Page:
SVG and Unicode

Stuart Thiessen sw at PASSITONSERVICES.ORG
Thu May 3 17:27:16 UTC 2007

The Korean alphabet does not use XY coordinates for its construction  
of words. My understanding is that there are specific rules for how  
the characters combine and so those rules are built into the  
rendering system.  Sometimes, like for Chinese, there are a limited  
set of helper characters that can be included in the Unicode stream  
that indicates how the various characters combine. The point being  
that spoken language writing systems are very restricted in the way  
their letters combine. Even Chinese has very limited sets of how they  
can combine their characters into a new character.

SignWriting, on the other hand, is much more free in how various  
symbols combine. Part of my research will involve studying what  
restrictions are present in the system (for example, can a contact  
symbol connect with an arrow? Can a face and an arm symbol interact?   
etc.) Once we know what restrictions are present in how symbols  
interact with each other and where symbols do tend to connect and  
where symbols do not connect, we can begin to develop rules for  
SignWriting with Unicode. Remember, for Unicode, we have to consider  
how to take a 1D text string and represent it as a 2D SignWriting  
word. So we have to consider what needs to be present to make that  
transition successful so that the renderer knows how to select the  
appropriate symbols and display them properly.

There are alternatives to XY coordinates and that will be what I will  
research to see if it will work.



On May 3, 2007, at 11:56, Charles Butler wrote:

> I am curious as to why XY coordinates would not be well received  
> with the Korean alphabet and its construction of words included in  
> the corpus.  That writing system requires every letter having its  
> forms and space locatives available.
> Arabian script has endings that have to be attached or moved  
> depending on the appearance of the word.
> When one works with Chinese, if one were working with the 32  
> possible brush strokes to construct a new symbol, one needs XY  
> coordinates.
> Same thing for Cree, apparently based on Gregg shorthand.
> Charles Butler
> Stuart Thiessen <sw at> wrote:
> See my comments below ...
> Stuart
> On May 1, 2007, at 9:10, Steve Slevinski wrote:
> > Unicode
> > -----------------------
> > MovementWriting in general needs a Unicode platter of 56 thousand
> > symbol places. Each symbol should get it's own space, or be
> > logically combined some how. It's going to be political to get a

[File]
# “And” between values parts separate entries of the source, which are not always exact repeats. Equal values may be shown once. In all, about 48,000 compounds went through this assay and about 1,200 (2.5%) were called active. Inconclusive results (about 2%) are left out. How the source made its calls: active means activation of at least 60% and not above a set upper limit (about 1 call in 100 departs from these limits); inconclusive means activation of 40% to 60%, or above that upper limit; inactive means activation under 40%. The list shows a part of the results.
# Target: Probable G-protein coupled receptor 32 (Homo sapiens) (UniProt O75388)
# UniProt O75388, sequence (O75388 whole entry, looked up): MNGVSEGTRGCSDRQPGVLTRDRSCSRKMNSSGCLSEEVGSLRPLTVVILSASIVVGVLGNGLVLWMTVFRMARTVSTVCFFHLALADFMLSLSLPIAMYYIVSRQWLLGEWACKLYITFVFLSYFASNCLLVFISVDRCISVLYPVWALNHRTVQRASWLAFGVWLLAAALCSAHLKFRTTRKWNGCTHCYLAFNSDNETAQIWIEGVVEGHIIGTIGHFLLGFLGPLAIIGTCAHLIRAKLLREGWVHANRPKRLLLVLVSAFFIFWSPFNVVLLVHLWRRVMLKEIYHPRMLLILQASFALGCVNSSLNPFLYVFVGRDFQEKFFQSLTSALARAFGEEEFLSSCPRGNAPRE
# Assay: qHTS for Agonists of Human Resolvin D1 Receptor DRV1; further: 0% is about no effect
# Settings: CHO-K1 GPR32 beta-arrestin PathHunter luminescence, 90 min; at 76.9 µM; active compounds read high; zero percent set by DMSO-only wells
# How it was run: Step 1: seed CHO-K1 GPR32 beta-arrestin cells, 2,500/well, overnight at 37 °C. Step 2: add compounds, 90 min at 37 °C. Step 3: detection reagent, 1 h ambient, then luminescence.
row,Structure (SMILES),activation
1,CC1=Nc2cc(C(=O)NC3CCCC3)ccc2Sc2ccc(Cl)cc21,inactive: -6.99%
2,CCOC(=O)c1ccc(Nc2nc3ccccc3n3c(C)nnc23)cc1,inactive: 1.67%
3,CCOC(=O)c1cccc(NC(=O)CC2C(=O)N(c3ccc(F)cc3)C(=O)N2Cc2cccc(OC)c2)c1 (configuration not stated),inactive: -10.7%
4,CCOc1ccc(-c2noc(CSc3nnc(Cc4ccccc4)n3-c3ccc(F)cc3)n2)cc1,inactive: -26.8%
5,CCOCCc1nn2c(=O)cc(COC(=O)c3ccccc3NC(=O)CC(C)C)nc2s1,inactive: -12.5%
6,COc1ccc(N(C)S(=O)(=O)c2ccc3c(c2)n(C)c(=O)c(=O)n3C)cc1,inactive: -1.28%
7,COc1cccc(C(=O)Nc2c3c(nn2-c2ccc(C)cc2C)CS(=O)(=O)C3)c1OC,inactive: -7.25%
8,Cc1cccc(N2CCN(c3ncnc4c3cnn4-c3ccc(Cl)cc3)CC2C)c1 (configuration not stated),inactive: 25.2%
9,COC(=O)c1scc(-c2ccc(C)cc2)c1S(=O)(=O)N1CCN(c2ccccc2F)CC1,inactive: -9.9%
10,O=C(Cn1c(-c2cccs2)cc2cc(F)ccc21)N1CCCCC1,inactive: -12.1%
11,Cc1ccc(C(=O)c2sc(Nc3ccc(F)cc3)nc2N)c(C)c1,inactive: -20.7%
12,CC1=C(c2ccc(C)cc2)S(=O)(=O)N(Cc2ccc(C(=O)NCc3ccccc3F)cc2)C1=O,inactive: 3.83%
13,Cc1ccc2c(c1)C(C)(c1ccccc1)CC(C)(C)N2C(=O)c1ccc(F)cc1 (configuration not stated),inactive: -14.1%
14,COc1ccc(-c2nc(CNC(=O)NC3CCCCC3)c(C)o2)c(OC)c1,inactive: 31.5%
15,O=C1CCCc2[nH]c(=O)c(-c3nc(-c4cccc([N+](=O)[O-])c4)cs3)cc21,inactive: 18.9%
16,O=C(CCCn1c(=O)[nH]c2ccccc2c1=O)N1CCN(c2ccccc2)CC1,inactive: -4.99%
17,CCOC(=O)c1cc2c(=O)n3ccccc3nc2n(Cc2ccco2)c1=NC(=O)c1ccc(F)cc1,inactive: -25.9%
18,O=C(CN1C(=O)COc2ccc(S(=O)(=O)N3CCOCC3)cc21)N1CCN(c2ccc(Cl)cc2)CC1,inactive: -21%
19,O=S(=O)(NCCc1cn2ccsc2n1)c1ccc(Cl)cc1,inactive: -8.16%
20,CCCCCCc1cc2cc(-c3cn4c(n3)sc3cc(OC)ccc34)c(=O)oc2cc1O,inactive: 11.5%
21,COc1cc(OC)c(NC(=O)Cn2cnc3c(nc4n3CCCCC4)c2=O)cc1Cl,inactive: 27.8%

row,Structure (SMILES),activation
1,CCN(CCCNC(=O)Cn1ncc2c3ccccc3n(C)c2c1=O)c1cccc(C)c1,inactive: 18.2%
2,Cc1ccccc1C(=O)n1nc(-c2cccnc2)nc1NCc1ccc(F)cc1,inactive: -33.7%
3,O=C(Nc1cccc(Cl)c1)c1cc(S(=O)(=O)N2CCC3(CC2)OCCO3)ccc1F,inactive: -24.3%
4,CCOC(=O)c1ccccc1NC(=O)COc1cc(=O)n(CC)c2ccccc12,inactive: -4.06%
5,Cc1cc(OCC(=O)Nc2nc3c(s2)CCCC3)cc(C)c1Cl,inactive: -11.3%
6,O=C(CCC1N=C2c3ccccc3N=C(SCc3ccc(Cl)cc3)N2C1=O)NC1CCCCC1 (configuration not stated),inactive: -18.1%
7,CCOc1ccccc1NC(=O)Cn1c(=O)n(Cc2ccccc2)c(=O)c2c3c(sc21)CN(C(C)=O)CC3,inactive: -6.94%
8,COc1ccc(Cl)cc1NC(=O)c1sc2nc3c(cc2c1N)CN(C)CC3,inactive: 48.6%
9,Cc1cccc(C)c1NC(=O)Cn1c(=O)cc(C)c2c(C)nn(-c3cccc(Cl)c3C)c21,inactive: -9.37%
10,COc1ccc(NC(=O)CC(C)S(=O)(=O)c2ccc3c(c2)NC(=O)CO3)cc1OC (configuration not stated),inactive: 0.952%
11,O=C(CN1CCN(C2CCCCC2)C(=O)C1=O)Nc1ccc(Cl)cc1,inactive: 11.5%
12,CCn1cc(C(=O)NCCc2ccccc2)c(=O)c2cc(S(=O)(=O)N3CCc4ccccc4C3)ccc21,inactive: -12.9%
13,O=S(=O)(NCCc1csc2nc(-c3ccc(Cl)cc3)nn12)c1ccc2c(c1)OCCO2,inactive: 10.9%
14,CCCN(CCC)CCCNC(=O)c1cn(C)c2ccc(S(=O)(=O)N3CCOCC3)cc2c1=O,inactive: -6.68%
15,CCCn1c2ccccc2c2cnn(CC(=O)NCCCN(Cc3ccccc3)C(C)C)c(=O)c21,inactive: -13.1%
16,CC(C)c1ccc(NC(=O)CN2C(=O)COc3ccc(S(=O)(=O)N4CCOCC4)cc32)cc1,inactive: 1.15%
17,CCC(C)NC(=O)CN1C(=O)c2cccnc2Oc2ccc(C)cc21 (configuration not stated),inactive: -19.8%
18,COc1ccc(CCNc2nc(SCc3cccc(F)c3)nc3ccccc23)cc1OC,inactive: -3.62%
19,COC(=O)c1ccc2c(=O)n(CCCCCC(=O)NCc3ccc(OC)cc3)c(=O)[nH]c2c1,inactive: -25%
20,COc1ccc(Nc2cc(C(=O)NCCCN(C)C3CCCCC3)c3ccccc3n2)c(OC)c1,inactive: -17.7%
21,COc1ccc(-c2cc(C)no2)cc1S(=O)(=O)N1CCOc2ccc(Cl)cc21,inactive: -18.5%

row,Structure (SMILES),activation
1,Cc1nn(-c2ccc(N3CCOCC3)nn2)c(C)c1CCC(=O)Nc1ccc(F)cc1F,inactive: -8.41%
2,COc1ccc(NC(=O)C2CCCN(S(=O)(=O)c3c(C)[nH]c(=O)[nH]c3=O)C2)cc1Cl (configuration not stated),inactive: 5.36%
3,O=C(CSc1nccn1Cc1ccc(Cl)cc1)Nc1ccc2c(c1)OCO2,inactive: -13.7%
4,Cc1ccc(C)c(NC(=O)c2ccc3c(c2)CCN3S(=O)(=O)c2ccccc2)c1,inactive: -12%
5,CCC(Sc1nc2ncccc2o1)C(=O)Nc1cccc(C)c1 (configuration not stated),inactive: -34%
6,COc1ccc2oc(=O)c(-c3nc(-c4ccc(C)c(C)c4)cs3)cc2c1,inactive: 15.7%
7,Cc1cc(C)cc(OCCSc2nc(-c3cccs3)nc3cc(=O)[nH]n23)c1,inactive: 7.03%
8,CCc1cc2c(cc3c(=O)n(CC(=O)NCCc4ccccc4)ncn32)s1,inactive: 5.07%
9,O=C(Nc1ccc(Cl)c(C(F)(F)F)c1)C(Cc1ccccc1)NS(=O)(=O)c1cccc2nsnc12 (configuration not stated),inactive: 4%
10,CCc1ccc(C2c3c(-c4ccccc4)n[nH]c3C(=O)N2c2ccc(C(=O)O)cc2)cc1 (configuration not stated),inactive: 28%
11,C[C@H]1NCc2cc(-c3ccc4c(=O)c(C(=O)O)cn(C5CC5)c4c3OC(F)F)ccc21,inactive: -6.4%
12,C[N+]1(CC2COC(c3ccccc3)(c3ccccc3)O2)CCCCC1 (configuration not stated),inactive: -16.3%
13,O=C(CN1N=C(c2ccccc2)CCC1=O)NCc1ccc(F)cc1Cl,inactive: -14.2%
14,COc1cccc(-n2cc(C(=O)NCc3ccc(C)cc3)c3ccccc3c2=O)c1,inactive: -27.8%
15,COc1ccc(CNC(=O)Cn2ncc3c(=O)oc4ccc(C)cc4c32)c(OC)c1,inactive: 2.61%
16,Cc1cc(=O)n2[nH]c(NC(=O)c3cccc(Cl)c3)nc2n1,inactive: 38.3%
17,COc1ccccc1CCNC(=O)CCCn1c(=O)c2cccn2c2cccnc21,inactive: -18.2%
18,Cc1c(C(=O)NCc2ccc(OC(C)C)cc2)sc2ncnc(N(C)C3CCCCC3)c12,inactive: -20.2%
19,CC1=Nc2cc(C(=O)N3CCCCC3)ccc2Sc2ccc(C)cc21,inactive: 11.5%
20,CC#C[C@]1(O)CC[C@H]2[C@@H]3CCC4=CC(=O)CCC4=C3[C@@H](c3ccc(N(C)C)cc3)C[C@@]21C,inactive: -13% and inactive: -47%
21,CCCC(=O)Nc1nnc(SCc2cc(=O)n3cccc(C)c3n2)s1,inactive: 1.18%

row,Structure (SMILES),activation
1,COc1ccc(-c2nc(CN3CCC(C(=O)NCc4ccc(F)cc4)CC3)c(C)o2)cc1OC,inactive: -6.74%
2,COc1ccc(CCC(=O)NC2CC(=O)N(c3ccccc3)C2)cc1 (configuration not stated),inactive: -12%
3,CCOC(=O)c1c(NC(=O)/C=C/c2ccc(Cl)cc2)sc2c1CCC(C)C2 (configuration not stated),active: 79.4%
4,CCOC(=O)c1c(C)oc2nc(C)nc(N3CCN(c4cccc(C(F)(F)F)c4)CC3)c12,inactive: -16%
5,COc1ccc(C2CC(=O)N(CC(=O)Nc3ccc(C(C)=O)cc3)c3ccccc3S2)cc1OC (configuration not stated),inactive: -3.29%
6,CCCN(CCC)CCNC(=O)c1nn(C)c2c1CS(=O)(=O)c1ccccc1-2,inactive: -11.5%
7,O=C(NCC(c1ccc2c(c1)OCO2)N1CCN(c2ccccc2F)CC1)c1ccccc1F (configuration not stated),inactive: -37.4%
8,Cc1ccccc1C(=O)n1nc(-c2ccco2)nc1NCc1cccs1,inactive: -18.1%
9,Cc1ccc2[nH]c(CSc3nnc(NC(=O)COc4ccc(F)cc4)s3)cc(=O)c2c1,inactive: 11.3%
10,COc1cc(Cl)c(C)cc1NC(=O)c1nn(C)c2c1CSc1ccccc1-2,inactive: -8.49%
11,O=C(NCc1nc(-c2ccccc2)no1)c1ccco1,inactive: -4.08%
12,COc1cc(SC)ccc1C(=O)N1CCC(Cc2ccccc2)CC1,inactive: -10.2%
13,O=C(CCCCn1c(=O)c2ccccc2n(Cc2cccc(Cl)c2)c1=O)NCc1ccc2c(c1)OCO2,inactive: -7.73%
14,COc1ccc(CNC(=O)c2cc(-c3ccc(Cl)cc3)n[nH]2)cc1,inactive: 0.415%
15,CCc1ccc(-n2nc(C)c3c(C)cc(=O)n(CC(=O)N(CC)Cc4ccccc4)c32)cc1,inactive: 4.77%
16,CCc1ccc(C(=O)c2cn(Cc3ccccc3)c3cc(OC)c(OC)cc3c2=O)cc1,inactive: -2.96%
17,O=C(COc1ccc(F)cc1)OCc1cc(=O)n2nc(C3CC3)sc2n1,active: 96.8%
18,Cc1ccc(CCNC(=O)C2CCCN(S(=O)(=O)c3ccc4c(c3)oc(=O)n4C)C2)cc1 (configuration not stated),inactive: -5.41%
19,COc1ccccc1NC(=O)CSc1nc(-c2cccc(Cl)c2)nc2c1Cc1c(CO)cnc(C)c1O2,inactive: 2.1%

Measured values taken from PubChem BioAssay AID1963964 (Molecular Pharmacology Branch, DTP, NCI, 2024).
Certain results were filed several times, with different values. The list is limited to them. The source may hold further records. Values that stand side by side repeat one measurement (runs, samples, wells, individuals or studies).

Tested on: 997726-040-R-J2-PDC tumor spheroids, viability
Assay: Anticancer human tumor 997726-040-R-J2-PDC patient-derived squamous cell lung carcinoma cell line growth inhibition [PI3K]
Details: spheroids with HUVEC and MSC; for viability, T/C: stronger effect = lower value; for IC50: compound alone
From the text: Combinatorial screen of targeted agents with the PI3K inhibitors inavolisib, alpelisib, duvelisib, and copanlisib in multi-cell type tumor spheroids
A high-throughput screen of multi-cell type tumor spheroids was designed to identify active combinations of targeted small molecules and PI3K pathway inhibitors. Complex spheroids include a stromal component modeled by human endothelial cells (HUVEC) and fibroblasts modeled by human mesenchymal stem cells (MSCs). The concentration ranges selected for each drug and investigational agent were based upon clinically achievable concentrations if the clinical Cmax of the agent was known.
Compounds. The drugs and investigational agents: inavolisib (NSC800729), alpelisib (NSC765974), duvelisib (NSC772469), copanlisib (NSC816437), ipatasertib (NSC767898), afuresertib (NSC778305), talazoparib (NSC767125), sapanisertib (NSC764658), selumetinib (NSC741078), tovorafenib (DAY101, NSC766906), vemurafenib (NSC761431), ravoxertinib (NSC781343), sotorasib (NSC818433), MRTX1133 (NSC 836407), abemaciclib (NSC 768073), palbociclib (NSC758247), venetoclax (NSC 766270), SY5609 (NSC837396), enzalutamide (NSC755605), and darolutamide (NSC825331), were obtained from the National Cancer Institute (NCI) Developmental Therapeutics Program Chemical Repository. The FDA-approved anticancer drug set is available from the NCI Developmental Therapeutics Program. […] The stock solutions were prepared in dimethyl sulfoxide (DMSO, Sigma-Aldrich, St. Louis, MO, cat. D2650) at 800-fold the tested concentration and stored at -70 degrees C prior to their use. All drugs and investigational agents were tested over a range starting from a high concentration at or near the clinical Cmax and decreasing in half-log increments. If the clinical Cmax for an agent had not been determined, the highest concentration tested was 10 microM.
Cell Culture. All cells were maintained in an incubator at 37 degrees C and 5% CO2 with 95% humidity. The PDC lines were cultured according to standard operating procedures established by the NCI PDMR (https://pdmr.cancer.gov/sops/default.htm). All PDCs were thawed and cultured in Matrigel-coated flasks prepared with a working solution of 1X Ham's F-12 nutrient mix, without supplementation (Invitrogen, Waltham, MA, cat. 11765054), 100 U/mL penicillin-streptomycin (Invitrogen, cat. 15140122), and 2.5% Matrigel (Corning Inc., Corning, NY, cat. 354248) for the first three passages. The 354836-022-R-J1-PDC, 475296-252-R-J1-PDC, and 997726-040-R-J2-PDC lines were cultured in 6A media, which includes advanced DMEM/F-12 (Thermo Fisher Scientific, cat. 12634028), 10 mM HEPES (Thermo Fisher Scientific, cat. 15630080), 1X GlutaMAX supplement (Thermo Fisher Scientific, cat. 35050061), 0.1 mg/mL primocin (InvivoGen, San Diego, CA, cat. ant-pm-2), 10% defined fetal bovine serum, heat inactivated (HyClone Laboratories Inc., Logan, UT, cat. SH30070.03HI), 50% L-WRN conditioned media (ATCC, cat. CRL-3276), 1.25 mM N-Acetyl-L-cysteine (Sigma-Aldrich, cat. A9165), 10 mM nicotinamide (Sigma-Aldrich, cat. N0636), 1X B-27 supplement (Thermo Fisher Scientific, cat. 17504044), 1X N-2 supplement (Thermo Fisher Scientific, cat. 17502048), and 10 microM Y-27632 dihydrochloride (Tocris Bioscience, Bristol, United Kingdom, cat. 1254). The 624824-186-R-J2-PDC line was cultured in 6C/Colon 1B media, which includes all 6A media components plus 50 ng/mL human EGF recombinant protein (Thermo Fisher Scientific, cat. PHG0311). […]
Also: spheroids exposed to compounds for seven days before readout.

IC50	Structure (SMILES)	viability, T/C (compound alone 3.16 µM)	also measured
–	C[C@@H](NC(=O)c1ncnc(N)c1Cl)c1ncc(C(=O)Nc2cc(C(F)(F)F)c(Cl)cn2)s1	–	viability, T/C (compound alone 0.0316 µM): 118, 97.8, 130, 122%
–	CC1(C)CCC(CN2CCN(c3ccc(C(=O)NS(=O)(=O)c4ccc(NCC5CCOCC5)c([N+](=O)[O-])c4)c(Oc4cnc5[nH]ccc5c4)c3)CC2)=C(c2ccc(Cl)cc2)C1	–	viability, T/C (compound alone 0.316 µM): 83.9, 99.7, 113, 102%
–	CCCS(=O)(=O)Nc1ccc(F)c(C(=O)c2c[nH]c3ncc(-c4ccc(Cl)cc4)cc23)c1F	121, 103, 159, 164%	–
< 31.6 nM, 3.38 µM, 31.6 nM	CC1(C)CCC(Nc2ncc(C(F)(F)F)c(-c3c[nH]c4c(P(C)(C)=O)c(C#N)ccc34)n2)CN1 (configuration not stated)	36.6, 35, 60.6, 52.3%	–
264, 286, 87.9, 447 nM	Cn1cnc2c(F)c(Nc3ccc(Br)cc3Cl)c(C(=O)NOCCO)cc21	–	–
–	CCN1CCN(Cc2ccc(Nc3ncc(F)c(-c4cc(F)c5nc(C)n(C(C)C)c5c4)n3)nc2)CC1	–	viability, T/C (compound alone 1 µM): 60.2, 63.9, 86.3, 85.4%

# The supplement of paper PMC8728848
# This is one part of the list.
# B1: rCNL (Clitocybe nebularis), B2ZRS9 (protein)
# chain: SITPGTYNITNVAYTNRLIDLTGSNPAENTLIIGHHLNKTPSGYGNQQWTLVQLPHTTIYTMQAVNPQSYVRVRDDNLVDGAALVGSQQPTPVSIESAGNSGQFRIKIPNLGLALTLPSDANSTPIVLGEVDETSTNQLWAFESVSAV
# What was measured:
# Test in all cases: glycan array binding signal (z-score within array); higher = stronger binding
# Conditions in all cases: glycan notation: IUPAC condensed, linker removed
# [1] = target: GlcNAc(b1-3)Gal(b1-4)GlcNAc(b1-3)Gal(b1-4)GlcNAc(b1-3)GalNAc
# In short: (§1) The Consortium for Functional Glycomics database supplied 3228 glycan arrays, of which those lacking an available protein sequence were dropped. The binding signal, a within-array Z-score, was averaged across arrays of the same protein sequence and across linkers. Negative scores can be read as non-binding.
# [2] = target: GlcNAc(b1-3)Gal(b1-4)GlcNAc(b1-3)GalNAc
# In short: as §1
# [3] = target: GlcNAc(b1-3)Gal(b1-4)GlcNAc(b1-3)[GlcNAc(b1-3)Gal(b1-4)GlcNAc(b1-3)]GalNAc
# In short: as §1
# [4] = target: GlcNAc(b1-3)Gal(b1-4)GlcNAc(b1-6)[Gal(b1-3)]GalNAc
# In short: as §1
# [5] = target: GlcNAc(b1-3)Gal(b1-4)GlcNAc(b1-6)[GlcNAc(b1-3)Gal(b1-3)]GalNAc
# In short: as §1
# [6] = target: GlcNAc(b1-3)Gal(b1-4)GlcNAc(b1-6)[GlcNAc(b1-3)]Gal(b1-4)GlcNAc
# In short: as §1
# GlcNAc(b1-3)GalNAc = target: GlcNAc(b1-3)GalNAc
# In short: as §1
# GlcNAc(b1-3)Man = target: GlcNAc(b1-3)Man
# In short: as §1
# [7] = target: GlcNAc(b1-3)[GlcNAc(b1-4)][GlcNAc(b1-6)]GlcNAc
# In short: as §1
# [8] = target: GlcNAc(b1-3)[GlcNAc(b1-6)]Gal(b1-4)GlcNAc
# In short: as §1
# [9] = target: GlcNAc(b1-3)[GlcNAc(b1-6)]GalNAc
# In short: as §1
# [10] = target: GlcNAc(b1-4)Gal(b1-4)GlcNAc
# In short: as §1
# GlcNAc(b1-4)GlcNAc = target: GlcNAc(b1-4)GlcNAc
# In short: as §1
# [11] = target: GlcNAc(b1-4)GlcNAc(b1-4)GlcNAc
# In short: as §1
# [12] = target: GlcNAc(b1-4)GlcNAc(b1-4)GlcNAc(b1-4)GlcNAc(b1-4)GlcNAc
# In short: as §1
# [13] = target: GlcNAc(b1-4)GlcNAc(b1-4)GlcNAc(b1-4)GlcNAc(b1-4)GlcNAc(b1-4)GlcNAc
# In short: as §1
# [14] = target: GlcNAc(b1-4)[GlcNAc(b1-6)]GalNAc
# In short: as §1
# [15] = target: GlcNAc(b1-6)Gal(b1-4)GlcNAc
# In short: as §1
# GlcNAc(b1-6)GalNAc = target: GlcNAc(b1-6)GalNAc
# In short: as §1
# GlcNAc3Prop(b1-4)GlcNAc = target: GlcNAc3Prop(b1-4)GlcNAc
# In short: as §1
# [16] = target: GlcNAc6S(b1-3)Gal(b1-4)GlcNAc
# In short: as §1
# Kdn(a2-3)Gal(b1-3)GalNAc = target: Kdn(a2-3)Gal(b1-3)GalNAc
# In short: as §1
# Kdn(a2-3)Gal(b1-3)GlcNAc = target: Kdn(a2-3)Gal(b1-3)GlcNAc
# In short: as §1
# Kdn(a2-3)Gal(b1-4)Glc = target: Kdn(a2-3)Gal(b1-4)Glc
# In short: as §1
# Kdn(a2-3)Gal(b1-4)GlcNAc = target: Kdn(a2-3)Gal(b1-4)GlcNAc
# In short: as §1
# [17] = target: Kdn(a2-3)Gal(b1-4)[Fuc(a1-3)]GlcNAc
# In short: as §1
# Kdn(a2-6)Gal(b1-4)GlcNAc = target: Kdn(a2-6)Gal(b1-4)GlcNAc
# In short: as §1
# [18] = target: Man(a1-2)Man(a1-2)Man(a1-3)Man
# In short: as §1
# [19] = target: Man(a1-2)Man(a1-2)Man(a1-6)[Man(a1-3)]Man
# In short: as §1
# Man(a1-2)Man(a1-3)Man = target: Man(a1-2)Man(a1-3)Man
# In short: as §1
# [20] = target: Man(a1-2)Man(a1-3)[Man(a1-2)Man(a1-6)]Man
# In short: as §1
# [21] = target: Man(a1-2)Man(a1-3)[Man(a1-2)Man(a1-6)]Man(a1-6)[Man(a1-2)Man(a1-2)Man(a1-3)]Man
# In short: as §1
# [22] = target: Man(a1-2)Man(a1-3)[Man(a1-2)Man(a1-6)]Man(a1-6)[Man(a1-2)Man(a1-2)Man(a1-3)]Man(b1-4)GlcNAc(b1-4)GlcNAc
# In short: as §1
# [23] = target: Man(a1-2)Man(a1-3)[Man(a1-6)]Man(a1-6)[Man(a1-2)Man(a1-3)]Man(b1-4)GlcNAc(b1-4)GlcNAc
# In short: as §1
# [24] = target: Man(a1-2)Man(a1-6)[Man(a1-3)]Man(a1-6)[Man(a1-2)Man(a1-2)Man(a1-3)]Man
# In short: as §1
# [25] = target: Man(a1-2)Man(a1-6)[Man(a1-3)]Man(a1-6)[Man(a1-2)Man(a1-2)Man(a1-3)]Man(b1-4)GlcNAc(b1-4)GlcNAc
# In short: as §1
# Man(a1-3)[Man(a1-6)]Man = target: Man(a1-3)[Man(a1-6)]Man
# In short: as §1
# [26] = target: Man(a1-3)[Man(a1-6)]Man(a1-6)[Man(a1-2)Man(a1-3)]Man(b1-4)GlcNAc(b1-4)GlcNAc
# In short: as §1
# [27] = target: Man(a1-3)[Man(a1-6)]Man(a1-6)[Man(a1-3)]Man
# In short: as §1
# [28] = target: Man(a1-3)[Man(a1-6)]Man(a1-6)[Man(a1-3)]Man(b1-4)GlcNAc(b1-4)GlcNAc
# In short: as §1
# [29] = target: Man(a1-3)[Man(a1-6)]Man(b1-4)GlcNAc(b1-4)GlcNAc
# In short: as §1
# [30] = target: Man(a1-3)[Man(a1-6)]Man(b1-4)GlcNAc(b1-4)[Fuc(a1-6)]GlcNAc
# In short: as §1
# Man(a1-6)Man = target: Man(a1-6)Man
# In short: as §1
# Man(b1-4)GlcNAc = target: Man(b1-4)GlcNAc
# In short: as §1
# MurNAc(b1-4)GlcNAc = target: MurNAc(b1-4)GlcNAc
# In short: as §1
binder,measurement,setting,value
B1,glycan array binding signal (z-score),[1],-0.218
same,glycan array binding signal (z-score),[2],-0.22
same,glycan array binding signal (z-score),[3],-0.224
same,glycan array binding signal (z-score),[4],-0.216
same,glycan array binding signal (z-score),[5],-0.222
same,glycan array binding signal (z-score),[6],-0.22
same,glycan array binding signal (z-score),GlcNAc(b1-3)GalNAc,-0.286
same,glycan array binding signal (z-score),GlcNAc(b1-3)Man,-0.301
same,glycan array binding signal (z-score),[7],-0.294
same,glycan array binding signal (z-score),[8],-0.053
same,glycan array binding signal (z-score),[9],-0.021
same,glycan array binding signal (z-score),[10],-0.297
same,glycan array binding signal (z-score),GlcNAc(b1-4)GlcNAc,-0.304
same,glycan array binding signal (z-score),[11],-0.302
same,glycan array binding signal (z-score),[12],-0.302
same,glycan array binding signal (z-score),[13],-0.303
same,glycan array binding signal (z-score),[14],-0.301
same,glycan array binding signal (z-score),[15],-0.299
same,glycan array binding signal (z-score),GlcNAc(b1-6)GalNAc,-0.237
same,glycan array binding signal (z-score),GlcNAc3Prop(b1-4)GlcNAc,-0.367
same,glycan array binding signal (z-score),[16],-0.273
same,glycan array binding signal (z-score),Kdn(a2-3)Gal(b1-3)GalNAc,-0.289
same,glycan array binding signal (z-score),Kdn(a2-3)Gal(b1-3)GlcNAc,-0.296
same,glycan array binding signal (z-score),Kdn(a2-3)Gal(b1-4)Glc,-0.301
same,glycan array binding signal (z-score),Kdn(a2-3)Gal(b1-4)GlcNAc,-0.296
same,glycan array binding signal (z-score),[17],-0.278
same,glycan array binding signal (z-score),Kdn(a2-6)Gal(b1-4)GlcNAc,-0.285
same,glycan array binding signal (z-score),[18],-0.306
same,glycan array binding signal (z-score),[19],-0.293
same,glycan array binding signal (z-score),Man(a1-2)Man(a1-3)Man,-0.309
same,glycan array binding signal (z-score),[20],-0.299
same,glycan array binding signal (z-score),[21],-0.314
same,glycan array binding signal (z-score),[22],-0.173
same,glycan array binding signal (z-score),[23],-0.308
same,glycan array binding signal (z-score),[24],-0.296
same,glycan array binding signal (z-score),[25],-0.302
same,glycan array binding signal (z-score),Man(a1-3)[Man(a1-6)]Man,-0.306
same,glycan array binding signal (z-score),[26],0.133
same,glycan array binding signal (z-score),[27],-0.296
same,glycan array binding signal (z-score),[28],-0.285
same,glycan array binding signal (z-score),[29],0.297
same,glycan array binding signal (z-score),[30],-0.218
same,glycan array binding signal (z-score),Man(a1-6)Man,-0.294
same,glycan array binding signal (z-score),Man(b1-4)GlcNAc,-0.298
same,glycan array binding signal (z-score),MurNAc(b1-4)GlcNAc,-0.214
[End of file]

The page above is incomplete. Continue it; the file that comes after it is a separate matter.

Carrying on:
> > new platter opened, but the existing 256 spaces in a nearly full
> > platter are not enough.
> My contacts who work with non-Roman scripts assure me that there is
> no problem with getting space for SignWriting. That is not the main
> issuel. The biggest issue is deciding what should appear in the slots
> and what should be handled by the renderer. In addition to that, we
> will have to convince them of our method of rendering SignWriting
> (whatever that ends up being). I strongly believe we will have to do
> some unique things to make SignWriting work with Unicode compared to
> the way most spoken languages are rendered in Unicode today. So that
> will be a greater issue than the number of symbols. My conversations
> with my contacts indicate that x/y coordinates may not be well
> received. So I am exploring other alternatives to x/y coordinates for
> symbol placement. Also, whether it is on existing planes or a new
> plane, we will have to see what is available when our proposal is
> ready. My initial efforts will be focused on SignWriting proper. But
> I agree that a strong case exists for bringing in all of the Movement
> writing symbols.
> >
> > Unicode and SVG
> > -----------------------
> > Once each symbol has a unique number, we can create font files for
> > SignWriting. We may be able to have a single font file, or we may
> > need multiple font files. Since we'll already have the SVGs
> > completed, we can use the SVG style fonts. This whole process will
> > be repackaging. There should be automated tools that can help.
> > Maybe even font experts..
> I believe that it should be no problem to contain all the symbols in
> one font file. After all, they have font files with nearly every
> writing system included that are several megabytes in size. It may be
> that our font file has very minimal support for spoken languages and
> only contains movement writing symbols.
> Thanks,
> Stuart

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